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Versatile Performance states:

You can use Performance ... instead of Intimidation to Demoralize.

Demoralize states:

... [if] you're not using a language, you take a –4 circumstance penalty to the check.

I don't think the rules-as-written allow for any other interpretation than for the bard to take a -4 penalty if using an instrumental performance when trying to demoralize.

Would it be against the spirit of the rules to house rule this -4 away for instrumental performances? And while it definitely would be a huge buff to a bard, would this greatly overpower the bard?

I'm brand new to Pathfinder 2e, so I'm not sure if that severely breaks the balance; the most obvious imbalance is that it would overcome the language requirement of demoralize but it still seems thematically consistent.

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    \$\begingroup\$ Why is it a problem that there is a -4 penalty on Demoralize? Do you feel that the Bard is underpowered and needs help? And more imporantly, to answer this usefully, how do you set the cutoff for "greatly" overpowering, or "severely" breaking balance? \$\endgroup\$ Commented Aug 16, 2022 at 9:49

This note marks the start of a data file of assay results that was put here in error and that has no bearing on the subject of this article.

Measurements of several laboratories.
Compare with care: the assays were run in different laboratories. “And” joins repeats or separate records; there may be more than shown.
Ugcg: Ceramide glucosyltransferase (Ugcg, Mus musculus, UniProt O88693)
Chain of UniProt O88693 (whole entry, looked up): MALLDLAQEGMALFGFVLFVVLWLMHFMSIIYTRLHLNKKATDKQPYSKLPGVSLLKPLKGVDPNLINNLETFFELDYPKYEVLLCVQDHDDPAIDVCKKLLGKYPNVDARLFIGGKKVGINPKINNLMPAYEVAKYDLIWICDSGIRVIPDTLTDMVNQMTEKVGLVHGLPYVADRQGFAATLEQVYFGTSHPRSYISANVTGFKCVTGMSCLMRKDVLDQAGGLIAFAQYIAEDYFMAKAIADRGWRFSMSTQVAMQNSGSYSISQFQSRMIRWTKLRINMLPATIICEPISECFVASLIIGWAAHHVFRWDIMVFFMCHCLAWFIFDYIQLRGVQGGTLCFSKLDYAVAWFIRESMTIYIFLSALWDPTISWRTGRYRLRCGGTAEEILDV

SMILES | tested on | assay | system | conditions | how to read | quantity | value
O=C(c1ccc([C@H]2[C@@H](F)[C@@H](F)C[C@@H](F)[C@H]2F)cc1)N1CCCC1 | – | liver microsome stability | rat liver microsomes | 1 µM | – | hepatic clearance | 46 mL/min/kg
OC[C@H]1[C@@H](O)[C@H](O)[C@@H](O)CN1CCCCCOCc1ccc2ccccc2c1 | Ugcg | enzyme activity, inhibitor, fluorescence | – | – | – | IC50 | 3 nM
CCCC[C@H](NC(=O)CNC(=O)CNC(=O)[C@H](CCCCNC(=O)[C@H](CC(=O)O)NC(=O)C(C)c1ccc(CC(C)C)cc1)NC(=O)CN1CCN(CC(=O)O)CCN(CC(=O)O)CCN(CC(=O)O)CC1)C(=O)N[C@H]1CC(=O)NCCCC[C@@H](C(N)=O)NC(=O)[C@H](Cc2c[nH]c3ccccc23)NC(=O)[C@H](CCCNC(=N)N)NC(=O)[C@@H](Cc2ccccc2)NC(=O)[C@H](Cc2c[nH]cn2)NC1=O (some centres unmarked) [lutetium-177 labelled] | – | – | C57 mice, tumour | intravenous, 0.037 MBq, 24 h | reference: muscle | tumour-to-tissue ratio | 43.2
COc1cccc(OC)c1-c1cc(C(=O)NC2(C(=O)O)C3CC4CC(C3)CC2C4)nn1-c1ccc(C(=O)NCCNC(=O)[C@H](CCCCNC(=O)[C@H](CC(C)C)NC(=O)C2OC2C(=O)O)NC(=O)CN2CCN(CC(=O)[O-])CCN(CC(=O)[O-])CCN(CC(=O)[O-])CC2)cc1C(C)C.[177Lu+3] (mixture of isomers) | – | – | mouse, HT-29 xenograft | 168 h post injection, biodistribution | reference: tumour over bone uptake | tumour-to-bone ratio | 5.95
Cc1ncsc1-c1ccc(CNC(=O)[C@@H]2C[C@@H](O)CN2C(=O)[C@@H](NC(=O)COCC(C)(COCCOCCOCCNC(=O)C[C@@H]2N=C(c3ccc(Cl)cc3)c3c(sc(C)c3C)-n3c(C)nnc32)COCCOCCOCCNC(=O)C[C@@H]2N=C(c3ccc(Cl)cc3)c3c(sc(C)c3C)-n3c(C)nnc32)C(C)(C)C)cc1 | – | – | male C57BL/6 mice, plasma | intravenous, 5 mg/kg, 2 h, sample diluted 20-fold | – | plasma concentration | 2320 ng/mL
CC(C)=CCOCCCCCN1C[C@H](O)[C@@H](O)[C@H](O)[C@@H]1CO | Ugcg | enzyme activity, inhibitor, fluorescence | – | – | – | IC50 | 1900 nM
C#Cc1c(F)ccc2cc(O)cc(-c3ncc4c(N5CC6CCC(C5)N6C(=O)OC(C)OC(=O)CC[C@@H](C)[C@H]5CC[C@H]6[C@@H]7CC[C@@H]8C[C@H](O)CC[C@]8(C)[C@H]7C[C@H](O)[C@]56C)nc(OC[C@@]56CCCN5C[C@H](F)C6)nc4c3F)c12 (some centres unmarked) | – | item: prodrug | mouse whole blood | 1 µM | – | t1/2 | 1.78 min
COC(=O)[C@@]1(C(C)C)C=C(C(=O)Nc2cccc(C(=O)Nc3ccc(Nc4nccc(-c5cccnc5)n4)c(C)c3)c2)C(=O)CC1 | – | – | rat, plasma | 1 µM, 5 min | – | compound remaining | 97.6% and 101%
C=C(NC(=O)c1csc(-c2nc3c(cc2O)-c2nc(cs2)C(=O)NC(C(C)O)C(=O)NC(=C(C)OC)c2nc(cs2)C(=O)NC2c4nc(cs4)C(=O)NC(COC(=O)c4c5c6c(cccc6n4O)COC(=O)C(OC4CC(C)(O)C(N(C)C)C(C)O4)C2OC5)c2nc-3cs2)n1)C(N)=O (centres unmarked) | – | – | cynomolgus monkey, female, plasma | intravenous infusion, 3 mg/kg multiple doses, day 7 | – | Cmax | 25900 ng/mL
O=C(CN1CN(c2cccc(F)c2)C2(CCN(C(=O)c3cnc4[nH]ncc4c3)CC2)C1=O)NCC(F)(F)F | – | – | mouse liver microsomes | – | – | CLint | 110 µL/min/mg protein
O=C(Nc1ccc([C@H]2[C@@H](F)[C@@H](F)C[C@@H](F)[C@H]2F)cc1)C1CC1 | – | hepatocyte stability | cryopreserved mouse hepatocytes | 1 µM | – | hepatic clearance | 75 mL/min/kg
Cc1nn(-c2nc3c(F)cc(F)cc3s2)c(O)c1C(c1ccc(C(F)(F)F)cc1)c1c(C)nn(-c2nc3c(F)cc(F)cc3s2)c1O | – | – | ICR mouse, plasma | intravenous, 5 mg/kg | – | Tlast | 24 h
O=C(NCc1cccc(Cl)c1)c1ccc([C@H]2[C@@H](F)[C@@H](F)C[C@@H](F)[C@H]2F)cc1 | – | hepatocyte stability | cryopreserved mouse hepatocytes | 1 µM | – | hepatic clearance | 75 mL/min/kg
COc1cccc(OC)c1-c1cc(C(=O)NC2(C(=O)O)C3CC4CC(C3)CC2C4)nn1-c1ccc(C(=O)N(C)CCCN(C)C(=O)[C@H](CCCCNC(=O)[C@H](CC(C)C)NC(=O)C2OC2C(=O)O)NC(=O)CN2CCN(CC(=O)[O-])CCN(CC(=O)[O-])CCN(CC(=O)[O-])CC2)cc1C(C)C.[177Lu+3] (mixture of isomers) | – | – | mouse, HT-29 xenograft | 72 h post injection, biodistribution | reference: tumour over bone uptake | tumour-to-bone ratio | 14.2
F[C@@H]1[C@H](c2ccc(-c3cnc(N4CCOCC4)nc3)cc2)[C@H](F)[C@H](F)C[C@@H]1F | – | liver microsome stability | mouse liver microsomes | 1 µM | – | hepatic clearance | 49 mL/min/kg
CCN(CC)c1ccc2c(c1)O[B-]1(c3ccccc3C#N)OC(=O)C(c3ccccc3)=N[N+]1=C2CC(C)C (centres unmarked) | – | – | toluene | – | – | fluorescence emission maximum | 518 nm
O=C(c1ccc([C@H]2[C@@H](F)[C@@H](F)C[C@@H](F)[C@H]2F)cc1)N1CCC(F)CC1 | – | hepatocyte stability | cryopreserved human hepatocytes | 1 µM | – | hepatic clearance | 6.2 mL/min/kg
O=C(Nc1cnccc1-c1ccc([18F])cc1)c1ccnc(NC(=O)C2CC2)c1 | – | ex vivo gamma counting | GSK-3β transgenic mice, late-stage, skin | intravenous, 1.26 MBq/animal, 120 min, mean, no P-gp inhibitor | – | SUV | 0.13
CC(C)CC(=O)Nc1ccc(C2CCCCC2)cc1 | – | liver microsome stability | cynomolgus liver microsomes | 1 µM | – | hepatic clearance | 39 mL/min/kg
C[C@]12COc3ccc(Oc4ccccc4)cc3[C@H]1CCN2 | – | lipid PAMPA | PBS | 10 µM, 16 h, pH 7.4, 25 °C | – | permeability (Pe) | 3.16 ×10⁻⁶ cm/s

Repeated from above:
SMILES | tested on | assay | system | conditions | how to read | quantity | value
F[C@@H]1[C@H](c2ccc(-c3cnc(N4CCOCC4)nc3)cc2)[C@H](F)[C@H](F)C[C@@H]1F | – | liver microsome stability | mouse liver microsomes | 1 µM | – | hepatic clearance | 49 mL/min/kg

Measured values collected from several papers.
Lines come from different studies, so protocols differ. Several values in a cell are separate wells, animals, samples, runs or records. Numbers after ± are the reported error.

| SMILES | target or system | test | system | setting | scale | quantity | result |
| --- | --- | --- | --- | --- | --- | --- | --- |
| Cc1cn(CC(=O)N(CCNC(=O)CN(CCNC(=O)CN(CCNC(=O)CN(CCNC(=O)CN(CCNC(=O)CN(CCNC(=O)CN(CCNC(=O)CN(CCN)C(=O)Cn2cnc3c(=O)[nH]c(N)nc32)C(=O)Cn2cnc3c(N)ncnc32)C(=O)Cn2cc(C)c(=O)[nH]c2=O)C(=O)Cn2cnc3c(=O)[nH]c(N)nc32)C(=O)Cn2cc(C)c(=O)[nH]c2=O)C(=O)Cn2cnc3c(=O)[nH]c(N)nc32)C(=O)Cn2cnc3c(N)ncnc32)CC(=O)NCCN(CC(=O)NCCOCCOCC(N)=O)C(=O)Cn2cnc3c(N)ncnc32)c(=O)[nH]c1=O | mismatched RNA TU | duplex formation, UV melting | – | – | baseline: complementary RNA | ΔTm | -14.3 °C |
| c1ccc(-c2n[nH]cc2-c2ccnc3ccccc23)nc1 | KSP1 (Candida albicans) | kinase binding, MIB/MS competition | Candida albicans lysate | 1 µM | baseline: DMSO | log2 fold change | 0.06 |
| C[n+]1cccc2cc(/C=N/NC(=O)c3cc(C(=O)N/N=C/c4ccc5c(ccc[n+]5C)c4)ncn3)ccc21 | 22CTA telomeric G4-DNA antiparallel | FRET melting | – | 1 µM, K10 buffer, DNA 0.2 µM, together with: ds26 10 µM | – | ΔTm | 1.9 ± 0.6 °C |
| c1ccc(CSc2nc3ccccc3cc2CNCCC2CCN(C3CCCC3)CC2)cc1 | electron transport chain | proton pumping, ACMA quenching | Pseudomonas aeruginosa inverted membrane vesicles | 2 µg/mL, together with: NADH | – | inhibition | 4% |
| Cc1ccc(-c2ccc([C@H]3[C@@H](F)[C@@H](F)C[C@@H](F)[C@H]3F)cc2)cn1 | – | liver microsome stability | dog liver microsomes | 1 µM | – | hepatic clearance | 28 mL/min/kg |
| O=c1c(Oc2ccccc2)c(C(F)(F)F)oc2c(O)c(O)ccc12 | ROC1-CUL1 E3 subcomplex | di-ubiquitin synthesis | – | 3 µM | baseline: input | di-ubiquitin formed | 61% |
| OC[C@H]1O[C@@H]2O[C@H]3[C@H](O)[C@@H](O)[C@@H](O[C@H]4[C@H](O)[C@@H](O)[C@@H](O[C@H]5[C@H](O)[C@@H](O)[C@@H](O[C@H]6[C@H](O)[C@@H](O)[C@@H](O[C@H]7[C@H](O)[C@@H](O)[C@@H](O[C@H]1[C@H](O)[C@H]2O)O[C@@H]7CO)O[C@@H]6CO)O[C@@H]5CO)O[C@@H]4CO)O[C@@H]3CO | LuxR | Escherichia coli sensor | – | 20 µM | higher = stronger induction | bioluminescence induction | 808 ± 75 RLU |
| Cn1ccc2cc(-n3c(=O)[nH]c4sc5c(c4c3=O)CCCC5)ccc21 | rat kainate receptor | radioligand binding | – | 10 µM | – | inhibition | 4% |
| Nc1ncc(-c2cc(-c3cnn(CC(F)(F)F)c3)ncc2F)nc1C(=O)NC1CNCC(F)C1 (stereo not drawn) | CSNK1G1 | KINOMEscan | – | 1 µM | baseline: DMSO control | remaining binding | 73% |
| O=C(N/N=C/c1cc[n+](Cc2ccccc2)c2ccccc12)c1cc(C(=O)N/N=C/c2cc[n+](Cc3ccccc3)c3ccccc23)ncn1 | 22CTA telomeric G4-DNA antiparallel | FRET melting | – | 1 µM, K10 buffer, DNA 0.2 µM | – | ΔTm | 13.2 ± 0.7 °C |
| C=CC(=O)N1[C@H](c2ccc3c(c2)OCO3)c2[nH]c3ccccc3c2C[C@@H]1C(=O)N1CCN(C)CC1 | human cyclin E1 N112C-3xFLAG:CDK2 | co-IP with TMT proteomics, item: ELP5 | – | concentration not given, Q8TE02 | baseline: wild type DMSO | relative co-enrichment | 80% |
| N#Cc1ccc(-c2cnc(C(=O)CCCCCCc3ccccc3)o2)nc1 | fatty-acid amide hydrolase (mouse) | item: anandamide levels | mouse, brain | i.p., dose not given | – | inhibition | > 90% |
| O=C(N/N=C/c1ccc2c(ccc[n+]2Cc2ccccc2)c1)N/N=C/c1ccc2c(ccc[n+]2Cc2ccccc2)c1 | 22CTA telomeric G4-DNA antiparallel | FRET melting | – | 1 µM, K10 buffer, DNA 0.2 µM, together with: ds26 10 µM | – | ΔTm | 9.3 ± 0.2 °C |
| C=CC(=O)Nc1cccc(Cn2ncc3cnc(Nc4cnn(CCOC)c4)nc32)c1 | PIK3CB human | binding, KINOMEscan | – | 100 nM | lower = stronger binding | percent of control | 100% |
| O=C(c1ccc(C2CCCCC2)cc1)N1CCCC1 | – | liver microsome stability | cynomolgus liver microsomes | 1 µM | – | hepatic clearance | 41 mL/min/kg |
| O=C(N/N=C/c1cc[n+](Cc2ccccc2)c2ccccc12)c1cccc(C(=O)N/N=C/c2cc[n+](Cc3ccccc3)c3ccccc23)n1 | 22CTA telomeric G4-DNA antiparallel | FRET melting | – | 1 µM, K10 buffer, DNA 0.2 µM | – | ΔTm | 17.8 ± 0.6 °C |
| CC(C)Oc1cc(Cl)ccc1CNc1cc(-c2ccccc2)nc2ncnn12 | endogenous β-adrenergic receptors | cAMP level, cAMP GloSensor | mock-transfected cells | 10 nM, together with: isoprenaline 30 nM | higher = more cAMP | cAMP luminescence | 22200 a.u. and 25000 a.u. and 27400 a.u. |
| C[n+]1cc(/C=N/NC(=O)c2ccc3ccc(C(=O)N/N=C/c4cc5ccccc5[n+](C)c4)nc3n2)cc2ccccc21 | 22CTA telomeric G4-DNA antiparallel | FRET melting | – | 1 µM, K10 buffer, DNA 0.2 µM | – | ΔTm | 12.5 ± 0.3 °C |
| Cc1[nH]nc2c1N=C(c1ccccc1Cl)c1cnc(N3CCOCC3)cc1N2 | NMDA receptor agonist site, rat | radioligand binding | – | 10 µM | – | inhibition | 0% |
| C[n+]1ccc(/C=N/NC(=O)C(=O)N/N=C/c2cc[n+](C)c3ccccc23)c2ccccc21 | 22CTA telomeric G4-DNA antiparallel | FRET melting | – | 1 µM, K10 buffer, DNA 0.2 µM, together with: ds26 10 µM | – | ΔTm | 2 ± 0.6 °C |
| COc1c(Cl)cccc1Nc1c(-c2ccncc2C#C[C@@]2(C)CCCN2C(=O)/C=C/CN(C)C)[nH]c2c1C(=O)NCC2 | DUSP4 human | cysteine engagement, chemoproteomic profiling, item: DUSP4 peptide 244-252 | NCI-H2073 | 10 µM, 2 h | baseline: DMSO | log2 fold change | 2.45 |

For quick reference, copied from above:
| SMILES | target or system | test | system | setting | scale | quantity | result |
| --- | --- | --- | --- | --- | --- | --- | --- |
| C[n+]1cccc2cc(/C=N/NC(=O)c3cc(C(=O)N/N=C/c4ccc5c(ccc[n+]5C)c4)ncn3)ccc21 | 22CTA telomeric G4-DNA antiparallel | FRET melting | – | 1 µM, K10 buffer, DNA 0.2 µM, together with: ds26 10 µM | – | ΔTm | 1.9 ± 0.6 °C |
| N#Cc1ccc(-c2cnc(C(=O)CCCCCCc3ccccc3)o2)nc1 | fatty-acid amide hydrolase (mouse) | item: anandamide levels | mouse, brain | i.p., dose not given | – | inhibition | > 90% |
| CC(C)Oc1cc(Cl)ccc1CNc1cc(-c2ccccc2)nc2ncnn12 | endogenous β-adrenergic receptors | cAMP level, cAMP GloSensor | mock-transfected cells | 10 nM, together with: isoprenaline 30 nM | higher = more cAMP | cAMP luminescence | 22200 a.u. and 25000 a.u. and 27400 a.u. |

• \$\begingroup\$ There isn't necessarily a problem, it just initially struck me as kind of anticlimactic. It was cool to read that the bard could demoralize, only to realize that it wouldn't really be effective of they weren't speaking a language. However with the answers provided, I think that gives me a few tools to both maintain the penalty while also ignoring it situationally. \$\endgroup\$ Commented Aug 16, 2022 at 11:55

3 Answers 3

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Psychoacoustics is not as simple as you think

Music in a minor key is interpreted by those of us from western cultures as sad or having gravitas while major keys are upbeat and happy. But if we grew up in Asia or Africa, we would have the opposite reaction. That is, the music is language - the bard is playing in human but the monsters are listening in monster.